A dream for diabetes patients is about to come true: A wearable artificial pancreas that automatically regulates your insulin delivery, while living your normal live. The EU-funded AP@home project has developed a prototype to reduce the treatment burden for people with insulin treated diabetes.
Professor Dr. Lutz Heinemann, coordinator of the project. says: “The AP we developed allows automated glucose control; it continuously monitors glucose (sugar) levels in the body and it includes a software algorithm that calculates how much insulin should be delivered at any given time via an insulin infusion pump. (…) Automating the delivery of insulin would greatly improve treatment sinc.
The next step is to develop this prototype system into a product.
In order to improve treatment of diabetes patients using insulin, AP@home aimed to build and evaluate an artificial pancreas (AP) that works reliably day and night under at home conditions.
Up to date, insulin is given either by injections or via wearable continuous infusion pumps.
Communication between monitor and pump
The AP@home project developed an AP platform that establishes the communication between the commercially available continuous glucose monitor and the insulin pump and runs the software algorithms that are a proprietary development of partners of the project.
At present two different versions of the AP platform are still being evaluated in the home environment of patients; they are using it for up to three months at home without constant supervision by a physician, living their normal lives.
In parallel, AP@home developed an innovative AP device that combines an insulin pump and a glucose sensor in one device. It uses only one access point through the skin. This novel AP system is currently investigated at the patients’ home as well, currently only for a short period of time.
The development from prototype into a product will take place in the coming years. The product should simplify diabetes care, improve the quality of life of patients with diabetes and reduce the risk of diabetes related complications and diminish health costs in the long run.
The AP@home project was funded through the 7th Framework Program. It started in 2010 and has just come to an end. Universities and companies in Germany, the UK, the Netherlands, France, Austria, Switzerland and Italy participated in the project.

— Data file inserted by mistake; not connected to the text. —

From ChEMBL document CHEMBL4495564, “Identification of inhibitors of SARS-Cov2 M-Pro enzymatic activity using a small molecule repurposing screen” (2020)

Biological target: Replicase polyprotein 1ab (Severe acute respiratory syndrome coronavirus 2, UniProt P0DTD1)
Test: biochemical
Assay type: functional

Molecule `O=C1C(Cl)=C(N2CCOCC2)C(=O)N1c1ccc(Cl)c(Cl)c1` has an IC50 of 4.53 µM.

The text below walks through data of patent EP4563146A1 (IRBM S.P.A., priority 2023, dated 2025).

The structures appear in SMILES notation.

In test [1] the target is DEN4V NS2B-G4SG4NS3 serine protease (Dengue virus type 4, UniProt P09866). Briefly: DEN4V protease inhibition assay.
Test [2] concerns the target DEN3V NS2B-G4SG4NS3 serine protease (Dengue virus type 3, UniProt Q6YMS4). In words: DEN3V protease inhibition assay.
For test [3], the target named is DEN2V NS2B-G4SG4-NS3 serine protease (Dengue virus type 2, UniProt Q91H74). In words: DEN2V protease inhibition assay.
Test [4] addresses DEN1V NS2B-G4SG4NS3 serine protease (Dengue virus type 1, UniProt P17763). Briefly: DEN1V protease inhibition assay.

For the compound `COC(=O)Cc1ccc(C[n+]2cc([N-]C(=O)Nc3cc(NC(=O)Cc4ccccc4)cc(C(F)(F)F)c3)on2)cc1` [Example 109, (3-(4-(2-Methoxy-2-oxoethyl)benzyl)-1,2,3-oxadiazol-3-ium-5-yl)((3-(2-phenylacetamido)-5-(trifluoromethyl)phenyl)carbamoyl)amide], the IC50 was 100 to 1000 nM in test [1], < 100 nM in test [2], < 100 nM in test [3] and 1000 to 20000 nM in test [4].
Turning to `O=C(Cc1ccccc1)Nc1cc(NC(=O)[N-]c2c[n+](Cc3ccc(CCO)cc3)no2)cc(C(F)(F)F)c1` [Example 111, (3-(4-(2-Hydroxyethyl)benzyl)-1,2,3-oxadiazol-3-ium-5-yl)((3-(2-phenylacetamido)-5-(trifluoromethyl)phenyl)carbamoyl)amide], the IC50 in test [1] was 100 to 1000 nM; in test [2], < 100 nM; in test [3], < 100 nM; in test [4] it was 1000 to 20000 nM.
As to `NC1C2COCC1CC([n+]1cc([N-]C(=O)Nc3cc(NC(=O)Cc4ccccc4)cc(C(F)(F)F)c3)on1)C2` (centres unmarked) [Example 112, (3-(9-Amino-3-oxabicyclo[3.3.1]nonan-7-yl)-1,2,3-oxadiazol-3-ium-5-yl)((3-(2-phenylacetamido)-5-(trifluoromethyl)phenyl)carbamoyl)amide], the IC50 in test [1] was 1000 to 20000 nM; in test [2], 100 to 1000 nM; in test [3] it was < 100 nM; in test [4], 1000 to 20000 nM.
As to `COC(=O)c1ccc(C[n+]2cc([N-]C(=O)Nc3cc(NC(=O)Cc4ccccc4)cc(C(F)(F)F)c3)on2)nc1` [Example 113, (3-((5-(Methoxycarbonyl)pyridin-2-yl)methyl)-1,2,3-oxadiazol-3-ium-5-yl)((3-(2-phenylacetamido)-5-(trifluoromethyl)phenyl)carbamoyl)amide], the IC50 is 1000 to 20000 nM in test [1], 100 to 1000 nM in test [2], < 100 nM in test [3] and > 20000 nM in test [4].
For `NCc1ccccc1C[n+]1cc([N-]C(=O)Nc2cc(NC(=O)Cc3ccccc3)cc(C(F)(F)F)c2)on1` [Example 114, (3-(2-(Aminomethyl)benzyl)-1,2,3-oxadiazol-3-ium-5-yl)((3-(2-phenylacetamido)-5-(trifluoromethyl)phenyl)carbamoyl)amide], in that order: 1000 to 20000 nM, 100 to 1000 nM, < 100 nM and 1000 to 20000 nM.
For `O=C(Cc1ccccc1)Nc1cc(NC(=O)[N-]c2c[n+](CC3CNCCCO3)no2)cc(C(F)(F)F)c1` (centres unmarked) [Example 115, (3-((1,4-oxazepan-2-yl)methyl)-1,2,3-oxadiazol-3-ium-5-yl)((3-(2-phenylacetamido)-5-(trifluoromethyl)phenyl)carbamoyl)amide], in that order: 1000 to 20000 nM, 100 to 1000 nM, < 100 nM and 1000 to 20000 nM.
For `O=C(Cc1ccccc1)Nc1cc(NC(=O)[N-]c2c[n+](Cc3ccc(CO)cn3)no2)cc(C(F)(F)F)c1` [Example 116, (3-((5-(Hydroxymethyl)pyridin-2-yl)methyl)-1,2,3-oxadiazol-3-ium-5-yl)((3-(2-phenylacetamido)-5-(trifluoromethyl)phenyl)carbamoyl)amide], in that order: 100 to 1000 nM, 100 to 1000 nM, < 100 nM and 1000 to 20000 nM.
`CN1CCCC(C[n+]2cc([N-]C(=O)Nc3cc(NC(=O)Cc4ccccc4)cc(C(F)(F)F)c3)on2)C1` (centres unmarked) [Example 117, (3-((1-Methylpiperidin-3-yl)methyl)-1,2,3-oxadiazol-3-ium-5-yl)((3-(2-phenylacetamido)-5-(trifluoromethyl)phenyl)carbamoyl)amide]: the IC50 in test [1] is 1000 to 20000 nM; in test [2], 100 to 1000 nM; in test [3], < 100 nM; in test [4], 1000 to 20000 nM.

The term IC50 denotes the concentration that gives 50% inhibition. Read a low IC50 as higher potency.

The artificial pancreas is a technology in development to help people with diabetes automatically control their blood glucose level by providing the substitute endocrine functionality of a healthy pancreas.
There are several important exocrine (digestive) and endocrine (hormonal) functions of the pancreas, but it is the lack of insulin production which is the motivation to develop a substitute. While the current state of insulin replacement therapy is appreciated for its life-saving capability, the task of manually managing the blood sugar level with insulin alone is arduous and inadequate.
The goal of the artificial pancreas is twofold:
1. to improve insulin replacement therapy until glycemic control is practically normal as evident by the avoidance of the complications of hyperglycemia, and
2. to ease the burden of therapy for the insulin-dependent.
The overall strategy of AP@home is
- to create a new improved two-port AP based on well established components for optimization, verification and validation of current preliminary algorithms in clinical studies
- to develop and validate a single-port AP. The division of the work in objectives and work packages follows this AP@home strategy.
WP 11 Improving glucose sensing and insulin infusion (RTD)
WP 12 Modelling, simulation and control (RTD)
WP 13 System integration of insulin pump, continuous glucose monitor and connection to health care systems (RTD)
WP 21 Development of new single-port artificial pancreas systems (RTD)
WP 31 Clinical validation of the AP systems (RTD)
WP 32 Home validation of the AP system and remote control (RTD)
WP 41 Coordination (MGT)
WP 42 Dissemination and Use (OTH)
Our expected outcomes are: